paying taxes for the first time

According to Investopedia, one of the top ten tax mistakes people make when filing their yearly taxes is accidentally writing their names or the names of their dependents wrong. Yikes. The IRS can seem like the worst, strictest college professor ever, sending stuff back just because of one simple mistake. 


But, don’t let that scare you off of paying taxes for the first time. It’s actually not that hard, and there are tons of free tools online that’ll guide you through every step of the way. So, why do you owe federal taxes? Well, it’s not because “the man” is out to get you. Here’s why.


Why do I owe taxes?


You’ve just gotten your first real job as an independent young hustler. You’re raking in that cash money and then April rolls around and it’s time to file your taxes on your own for the first time (i.e. nobody’s claiming you as a dependent on their taxes, so you’re on your own). And, you’re thinking, “But why do I owe taxes in the first place?”


Well, the whole point of taxes is to raise money for state or federal programs that help enhance or protect the community. This includes things like federal defense, education services, social security, and more. If you live in a state that has state taxes, those’ll go to pay for public schools, maintaining highways, and similar initiatives.


Do I always owe the government?


It’s super important to remember that just because you have to file taxes (anybody who is under 65 and makes more than $12,200 a year has to file taxes), it doesn’t mean you’ll owe taxes. In fact, the majority of Americans don’t owe taxesover 73% of us get a refund from Uncle Sam.


Most people who work at traditional companies as employees (i.e. not independent contractors or freelancers) actually “pay” taxes to the government every time they receive a paycheck. That’s why your paycheck is never as high as it seems it should be. A portion of your wage gets taken out of each paycheck to essentially “pay” taxes before you file them. 


Assuming that the IRS is withholding enough from each of your paychecks, by the time Tax Day rolls around, you’ll may receive a refund like over 70% of all Americans do. Freelancing? That’s a different story. Taxes are not always taken out at the time you receive your paycheck, so it will likely lead to you owing more come tax time.



How do you file your taxes for the first time?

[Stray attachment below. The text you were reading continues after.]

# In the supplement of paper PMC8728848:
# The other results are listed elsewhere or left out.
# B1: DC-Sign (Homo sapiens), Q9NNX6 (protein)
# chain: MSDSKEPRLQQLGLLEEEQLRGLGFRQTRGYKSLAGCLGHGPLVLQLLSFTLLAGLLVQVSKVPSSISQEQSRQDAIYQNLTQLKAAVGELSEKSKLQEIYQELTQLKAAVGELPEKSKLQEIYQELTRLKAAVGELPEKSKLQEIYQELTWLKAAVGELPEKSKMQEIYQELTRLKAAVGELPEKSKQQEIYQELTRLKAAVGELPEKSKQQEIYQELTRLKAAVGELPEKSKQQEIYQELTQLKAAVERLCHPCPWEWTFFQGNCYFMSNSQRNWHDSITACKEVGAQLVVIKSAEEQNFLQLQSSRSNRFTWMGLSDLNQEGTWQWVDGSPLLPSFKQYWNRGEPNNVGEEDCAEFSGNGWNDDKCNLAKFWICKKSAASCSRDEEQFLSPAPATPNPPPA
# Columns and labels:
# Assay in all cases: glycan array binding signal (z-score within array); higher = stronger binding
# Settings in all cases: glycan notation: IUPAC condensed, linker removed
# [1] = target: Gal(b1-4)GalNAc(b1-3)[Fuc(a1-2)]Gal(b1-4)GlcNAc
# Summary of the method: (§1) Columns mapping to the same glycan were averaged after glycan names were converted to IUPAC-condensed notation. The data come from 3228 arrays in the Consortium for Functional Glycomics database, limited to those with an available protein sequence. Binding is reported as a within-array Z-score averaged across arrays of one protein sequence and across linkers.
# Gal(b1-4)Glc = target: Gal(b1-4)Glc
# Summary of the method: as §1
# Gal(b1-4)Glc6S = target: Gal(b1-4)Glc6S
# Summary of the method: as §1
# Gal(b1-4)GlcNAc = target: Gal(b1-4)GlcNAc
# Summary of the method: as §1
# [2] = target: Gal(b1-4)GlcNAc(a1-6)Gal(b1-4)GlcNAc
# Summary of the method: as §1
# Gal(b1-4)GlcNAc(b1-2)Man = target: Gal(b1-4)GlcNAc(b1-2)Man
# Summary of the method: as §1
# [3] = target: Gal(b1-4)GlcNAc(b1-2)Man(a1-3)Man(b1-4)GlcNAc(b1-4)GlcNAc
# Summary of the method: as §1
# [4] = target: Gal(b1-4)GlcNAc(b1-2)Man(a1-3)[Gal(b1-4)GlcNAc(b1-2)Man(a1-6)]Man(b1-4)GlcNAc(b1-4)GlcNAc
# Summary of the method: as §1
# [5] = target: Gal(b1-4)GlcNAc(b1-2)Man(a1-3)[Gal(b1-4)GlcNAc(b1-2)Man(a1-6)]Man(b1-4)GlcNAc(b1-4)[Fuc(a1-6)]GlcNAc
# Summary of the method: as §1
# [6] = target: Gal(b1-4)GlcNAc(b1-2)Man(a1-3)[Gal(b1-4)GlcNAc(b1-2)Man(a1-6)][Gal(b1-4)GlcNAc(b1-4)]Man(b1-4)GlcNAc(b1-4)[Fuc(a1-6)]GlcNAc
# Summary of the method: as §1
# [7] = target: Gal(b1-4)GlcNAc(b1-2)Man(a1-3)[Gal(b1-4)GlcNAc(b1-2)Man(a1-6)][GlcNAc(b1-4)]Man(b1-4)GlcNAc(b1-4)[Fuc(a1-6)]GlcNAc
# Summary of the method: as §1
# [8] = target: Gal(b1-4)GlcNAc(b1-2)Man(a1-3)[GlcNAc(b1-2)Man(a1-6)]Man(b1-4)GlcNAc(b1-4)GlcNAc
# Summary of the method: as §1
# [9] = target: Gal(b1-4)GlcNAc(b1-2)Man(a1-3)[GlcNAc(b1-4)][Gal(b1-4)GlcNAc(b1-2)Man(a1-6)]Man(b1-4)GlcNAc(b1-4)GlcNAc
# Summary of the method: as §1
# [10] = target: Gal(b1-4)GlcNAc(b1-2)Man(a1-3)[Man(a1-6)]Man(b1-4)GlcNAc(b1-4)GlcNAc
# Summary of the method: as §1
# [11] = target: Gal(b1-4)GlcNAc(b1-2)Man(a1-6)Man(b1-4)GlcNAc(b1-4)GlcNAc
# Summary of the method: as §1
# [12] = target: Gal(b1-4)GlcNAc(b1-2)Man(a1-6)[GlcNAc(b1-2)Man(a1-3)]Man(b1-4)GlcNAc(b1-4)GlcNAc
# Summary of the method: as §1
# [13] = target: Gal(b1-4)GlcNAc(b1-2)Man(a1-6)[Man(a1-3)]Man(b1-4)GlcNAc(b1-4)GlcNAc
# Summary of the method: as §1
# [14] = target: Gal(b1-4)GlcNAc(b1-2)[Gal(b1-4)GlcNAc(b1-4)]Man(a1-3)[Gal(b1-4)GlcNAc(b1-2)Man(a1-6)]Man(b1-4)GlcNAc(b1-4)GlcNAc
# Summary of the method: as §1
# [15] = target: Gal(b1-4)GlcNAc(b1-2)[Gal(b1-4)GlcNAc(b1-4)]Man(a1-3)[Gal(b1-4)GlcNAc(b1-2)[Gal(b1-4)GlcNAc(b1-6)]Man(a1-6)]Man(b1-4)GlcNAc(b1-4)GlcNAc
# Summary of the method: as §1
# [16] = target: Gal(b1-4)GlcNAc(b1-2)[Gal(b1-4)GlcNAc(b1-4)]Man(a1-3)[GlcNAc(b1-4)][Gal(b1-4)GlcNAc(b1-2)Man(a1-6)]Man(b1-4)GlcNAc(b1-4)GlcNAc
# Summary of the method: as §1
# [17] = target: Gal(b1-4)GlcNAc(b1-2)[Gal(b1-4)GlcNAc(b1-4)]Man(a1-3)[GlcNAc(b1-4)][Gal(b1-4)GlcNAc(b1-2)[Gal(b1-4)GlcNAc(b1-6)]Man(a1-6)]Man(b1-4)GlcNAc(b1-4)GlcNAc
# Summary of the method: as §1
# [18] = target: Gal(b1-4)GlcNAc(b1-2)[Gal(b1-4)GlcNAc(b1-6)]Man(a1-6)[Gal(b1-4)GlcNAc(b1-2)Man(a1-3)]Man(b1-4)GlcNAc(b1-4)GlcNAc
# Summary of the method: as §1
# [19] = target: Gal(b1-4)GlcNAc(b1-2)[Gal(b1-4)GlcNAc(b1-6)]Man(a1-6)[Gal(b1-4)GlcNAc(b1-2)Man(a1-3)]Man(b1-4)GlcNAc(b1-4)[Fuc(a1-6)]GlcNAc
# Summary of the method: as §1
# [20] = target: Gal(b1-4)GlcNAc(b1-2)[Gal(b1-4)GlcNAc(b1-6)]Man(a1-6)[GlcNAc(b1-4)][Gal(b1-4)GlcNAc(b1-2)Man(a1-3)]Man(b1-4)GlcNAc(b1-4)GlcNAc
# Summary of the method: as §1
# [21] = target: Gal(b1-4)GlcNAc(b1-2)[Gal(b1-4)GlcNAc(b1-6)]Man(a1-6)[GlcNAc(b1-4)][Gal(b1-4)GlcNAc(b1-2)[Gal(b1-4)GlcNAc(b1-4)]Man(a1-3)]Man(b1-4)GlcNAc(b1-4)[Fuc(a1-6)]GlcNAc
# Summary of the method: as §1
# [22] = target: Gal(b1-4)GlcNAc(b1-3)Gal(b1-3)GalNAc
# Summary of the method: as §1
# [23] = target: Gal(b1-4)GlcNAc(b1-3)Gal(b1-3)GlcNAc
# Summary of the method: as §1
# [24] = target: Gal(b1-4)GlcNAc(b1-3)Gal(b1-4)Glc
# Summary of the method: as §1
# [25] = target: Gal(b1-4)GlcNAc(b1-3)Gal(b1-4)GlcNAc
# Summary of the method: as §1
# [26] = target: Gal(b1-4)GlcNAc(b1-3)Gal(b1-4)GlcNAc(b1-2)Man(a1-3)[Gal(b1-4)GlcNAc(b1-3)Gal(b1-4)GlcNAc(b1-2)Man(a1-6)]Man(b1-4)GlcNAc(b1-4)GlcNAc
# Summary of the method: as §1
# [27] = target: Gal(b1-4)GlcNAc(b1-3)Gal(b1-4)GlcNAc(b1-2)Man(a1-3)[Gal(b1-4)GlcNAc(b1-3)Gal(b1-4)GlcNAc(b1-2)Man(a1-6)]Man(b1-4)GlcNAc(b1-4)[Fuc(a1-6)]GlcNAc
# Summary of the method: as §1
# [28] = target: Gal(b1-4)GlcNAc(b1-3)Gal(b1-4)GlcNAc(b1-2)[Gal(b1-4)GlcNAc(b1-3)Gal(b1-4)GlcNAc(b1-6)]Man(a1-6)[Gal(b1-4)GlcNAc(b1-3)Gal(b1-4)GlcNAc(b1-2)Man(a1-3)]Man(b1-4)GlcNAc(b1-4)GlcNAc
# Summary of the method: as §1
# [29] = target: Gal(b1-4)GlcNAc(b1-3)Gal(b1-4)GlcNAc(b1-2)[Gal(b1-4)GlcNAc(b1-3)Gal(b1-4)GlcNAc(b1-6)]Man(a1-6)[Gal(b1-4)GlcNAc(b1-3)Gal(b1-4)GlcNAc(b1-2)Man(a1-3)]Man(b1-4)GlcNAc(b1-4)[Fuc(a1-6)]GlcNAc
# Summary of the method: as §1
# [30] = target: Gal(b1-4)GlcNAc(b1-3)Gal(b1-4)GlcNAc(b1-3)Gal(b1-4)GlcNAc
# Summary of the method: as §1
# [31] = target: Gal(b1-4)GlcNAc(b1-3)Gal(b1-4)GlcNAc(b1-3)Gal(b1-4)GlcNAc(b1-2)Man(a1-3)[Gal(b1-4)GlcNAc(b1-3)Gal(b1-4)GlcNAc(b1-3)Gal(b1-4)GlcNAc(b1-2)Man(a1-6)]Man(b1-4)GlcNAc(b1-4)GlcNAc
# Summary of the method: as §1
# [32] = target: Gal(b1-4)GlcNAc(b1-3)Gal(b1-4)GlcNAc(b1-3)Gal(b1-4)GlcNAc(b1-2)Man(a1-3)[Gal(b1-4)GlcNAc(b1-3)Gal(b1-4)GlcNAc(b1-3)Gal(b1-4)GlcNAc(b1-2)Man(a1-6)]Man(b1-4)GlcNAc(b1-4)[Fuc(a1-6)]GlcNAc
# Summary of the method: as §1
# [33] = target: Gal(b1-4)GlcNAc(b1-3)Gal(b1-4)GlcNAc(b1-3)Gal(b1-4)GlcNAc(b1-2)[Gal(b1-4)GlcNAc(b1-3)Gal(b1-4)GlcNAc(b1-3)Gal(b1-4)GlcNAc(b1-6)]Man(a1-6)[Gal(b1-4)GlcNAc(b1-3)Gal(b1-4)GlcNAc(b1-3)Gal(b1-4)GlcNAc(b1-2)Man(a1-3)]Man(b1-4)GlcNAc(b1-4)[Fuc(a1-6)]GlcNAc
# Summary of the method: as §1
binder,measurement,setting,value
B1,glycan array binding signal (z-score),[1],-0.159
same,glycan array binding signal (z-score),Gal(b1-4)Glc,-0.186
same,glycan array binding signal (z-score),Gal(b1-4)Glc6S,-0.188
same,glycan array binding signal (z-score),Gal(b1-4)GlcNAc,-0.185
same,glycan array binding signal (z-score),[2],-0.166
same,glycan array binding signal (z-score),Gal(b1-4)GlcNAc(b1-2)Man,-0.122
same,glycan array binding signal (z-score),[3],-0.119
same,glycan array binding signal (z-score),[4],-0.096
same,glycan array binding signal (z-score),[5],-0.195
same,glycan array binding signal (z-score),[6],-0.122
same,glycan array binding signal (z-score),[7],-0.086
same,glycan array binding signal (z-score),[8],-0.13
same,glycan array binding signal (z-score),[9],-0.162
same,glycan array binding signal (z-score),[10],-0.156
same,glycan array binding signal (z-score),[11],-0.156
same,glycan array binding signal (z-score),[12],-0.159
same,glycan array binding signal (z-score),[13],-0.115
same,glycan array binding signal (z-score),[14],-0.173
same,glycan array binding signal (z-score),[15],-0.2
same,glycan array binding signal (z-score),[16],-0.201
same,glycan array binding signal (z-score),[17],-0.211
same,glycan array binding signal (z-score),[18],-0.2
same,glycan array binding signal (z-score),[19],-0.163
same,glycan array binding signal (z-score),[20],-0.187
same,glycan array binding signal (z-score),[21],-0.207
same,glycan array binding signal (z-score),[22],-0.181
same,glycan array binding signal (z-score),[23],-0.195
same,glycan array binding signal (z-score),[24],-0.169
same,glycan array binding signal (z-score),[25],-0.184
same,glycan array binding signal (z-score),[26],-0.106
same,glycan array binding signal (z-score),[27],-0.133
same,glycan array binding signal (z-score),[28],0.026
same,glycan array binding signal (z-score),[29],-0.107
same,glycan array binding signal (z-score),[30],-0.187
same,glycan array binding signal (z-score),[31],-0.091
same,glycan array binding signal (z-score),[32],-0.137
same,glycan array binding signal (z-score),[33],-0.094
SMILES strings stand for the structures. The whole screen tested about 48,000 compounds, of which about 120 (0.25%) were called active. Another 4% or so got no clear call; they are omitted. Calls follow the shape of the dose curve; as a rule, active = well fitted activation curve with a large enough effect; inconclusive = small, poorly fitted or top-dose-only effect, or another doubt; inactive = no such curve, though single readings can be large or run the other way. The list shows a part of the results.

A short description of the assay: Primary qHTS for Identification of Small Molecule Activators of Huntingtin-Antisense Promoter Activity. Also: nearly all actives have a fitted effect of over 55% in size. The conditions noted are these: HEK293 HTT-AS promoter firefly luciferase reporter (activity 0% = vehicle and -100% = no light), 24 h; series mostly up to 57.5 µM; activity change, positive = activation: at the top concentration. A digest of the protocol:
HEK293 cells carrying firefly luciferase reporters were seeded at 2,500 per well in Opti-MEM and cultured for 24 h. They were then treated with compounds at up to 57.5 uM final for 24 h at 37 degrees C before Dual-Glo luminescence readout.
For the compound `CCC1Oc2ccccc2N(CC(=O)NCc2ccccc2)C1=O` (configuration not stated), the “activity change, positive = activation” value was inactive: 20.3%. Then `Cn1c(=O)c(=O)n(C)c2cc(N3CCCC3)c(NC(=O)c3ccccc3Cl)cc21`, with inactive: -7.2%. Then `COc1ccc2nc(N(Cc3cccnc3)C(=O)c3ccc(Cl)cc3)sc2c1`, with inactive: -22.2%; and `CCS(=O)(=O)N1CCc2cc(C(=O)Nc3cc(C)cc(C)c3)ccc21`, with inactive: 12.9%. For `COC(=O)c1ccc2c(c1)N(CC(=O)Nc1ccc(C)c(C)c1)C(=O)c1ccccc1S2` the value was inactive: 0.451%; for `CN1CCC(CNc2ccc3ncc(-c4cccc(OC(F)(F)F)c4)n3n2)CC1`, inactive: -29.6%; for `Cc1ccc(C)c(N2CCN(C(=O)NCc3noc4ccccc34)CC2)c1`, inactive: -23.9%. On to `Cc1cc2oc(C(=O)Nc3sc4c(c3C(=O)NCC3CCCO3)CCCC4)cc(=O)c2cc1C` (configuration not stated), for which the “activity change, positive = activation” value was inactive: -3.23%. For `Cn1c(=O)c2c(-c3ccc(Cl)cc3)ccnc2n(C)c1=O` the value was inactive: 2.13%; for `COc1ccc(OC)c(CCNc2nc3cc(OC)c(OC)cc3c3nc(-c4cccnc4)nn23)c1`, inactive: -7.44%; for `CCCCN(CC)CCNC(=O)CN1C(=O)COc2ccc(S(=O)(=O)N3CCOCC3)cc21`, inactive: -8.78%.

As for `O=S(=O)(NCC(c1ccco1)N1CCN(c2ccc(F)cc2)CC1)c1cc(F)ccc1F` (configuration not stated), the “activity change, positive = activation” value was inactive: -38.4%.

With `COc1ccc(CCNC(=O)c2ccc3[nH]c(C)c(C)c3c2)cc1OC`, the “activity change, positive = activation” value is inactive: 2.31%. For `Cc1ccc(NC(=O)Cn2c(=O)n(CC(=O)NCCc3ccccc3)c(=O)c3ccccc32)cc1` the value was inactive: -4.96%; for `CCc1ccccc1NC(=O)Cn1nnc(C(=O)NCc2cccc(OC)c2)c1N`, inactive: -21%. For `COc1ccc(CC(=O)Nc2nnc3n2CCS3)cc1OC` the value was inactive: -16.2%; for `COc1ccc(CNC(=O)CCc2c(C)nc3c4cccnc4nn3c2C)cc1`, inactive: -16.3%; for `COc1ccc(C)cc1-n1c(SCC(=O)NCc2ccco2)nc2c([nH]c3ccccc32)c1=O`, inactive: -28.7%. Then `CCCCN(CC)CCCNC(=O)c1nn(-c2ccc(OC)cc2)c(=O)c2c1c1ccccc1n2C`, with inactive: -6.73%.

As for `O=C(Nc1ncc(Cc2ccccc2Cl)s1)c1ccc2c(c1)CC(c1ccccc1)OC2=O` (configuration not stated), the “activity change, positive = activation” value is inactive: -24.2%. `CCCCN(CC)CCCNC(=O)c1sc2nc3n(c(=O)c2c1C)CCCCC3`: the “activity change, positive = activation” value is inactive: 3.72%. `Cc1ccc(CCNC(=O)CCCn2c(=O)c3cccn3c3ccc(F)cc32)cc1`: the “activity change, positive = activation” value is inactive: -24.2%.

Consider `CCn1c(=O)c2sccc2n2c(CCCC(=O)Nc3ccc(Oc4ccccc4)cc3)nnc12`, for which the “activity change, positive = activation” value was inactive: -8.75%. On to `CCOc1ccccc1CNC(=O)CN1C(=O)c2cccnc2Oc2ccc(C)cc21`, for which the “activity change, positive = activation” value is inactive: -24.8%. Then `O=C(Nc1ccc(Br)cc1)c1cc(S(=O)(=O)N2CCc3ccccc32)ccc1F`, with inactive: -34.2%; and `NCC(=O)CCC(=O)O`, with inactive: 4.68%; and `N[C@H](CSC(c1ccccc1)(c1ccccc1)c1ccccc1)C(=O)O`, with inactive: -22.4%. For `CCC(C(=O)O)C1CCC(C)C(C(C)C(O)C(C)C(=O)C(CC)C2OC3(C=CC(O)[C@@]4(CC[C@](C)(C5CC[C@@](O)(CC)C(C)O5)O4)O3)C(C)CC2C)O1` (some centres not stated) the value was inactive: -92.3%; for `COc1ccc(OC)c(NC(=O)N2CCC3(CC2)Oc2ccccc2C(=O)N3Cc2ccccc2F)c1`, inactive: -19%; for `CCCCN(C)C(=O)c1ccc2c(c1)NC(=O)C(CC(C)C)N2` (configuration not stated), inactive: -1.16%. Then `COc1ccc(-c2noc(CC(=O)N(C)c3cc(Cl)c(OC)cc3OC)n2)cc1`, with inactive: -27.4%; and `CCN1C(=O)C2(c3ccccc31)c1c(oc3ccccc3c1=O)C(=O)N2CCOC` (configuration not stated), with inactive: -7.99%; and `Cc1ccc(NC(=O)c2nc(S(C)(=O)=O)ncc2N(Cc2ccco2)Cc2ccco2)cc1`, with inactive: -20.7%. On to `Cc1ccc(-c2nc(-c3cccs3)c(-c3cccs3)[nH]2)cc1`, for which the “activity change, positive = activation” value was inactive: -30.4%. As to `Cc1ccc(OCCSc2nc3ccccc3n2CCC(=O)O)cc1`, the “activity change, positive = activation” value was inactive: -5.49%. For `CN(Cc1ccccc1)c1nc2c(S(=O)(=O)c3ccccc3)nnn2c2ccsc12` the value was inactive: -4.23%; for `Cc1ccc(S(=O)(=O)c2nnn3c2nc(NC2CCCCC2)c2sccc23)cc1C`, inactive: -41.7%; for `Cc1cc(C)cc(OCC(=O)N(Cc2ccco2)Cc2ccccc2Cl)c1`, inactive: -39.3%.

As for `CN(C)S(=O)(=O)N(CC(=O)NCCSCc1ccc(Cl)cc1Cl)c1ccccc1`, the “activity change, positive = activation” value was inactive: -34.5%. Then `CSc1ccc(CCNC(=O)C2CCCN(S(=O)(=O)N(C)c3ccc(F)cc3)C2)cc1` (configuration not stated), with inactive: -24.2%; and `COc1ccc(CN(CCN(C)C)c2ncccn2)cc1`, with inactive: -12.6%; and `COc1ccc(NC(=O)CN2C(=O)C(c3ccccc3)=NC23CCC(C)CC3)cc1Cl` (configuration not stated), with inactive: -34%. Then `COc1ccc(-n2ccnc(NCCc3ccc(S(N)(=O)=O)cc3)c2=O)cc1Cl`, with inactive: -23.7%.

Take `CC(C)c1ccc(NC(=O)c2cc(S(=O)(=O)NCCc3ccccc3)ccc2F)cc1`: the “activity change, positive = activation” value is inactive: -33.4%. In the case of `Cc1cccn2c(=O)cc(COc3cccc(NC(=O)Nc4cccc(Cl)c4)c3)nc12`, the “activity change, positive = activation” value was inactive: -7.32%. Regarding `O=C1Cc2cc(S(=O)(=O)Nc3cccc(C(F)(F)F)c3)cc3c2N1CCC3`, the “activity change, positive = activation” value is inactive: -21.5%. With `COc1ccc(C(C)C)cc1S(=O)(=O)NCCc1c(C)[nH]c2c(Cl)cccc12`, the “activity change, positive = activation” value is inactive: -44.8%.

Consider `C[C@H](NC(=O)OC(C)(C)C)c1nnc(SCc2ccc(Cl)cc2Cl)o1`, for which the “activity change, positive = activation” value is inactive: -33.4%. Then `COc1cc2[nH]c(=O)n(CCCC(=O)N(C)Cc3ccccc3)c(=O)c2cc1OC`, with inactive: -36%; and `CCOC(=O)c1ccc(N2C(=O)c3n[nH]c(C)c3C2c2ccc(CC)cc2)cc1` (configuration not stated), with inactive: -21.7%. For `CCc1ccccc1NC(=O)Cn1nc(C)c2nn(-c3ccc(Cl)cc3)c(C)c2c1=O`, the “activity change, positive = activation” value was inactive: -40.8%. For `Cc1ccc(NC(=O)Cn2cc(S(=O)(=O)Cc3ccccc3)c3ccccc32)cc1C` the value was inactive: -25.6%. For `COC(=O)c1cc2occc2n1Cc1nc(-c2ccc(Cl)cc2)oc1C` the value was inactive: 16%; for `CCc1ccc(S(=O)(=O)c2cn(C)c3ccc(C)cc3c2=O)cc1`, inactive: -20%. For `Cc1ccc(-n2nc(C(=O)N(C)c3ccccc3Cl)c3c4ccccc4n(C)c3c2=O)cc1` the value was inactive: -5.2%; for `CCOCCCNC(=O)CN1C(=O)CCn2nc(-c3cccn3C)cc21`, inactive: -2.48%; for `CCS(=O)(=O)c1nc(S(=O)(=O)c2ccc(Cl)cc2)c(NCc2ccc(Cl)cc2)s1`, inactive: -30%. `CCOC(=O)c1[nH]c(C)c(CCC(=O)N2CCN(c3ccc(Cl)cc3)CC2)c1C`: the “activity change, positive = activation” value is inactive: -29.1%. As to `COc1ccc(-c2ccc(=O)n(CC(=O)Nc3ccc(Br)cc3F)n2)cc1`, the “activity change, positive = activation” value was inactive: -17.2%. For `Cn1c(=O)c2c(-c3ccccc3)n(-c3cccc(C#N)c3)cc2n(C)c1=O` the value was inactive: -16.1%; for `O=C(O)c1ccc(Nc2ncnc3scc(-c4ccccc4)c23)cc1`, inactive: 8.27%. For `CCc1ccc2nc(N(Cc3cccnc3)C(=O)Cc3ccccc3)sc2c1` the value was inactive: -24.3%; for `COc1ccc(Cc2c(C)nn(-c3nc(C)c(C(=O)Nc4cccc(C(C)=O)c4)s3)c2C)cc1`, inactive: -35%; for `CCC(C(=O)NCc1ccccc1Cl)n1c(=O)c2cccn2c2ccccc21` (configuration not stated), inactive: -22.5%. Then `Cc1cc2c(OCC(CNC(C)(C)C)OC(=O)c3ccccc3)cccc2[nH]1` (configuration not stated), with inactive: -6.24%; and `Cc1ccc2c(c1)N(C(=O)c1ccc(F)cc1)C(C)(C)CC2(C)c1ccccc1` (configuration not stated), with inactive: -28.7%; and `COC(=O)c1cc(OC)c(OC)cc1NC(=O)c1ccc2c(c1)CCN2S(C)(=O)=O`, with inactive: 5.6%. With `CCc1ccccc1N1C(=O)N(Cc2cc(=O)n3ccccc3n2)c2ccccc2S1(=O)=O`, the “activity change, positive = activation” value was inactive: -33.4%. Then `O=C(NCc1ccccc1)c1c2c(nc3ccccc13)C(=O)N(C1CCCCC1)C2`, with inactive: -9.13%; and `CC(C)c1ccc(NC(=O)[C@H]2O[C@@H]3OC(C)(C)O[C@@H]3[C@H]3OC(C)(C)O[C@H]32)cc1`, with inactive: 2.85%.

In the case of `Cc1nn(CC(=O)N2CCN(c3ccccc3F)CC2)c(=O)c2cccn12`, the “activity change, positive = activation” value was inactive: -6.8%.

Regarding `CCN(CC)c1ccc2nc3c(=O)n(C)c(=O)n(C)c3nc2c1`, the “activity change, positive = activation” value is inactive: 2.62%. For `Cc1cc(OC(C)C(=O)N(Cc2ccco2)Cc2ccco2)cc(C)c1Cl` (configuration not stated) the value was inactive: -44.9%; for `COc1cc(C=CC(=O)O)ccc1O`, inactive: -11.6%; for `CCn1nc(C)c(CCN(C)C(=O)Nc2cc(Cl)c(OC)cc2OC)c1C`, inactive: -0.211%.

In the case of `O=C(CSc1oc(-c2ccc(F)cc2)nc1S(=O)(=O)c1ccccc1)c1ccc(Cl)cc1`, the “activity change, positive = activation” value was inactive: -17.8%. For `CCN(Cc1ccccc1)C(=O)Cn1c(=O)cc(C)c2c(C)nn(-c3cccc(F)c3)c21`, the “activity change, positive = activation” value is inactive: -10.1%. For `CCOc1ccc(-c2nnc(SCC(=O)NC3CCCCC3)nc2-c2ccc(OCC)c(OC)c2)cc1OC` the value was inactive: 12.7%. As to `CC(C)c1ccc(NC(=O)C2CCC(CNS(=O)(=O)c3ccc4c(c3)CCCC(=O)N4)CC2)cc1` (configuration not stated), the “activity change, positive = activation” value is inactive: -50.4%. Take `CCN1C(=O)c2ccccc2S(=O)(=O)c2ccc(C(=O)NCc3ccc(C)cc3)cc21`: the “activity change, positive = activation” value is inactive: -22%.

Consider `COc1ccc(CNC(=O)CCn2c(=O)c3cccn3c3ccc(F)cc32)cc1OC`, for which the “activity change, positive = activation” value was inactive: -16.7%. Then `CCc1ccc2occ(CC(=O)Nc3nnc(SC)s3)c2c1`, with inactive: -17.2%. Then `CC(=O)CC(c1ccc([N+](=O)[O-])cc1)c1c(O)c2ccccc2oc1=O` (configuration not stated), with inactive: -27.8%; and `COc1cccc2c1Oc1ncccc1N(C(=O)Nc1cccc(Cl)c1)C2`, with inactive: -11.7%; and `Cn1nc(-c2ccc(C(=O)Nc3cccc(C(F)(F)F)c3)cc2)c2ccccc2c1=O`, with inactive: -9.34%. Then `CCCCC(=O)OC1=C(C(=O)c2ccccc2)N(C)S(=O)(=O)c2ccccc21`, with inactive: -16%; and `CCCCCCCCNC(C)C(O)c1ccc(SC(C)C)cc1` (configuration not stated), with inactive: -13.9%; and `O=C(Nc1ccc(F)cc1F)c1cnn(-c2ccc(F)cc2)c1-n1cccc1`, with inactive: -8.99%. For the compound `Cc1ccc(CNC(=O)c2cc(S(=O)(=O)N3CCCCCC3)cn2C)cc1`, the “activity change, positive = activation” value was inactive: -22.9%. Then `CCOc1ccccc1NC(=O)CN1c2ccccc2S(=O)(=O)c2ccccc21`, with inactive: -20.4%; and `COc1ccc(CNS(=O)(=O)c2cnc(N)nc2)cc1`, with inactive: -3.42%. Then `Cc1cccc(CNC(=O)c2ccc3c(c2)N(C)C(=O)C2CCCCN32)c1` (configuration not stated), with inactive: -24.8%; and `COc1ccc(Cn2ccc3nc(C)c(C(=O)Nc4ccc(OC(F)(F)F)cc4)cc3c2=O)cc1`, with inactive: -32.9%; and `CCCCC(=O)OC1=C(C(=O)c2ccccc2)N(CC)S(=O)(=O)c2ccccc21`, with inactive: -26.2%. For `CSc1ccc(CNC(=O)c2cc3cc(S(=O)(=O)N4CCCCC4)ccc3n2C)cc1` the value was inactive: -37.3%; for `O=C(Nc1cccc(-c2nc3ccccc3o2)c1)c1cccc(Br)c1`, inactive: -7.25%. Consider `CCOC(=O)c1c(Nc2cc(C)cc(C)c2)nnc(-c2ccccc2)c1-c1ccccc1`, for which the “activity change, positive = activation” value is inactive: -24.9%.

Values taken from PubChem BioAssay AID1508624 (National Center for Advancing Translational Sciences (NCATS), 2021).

You likely won’t know for sure whether or not you owe taxes or are about to get a big fat refund check until you actually file your taxes for the first time. Remember…spell your name right! And don’t accidentally add an extra 0 onto that annual income.


When you file your taxes for the first time, you may not have many deductions to make or additional forms to add to your tax return. If that’s the case, we suggest using free online tax software. It’ll guide you through literally every step of the way (and help make sure your name is spelled right).


If you make less than $69,000 a year, you’re able to use the IRS Free File software. It’s super easy. You’ll need a few things, though:


  • Social security number
  • W2s from your employer(s) (this form shows your earned income for the year…but don’t freak out if it looks confusing; when you file for free online, they’ll tell you which box to look at to find the right numbers)

As mentioned, the platform will ask you questions to help you determine if you qualify for exemptions and if you’re eligible for more deductions than you think.


Learn more about taxes


One of the worst feelings when filing your taxes is getting to the end of the form and thinking, “Why do I owe taxes?” No one ever wants to owe taxes, yuck. If you’re preparing to file your taxes for the first time or are wondering how you did everything right and still owe money, check out our course on taxes. We promise to give it to you straight, no BS.


Sign up for course updates!

* indicates required
What topic(s) are you interested in?

By subscribing, you agree to our Privacy Policy and Terms of Use. You can unsubscribe at any time by contacting onomy or using the unsubscribe link.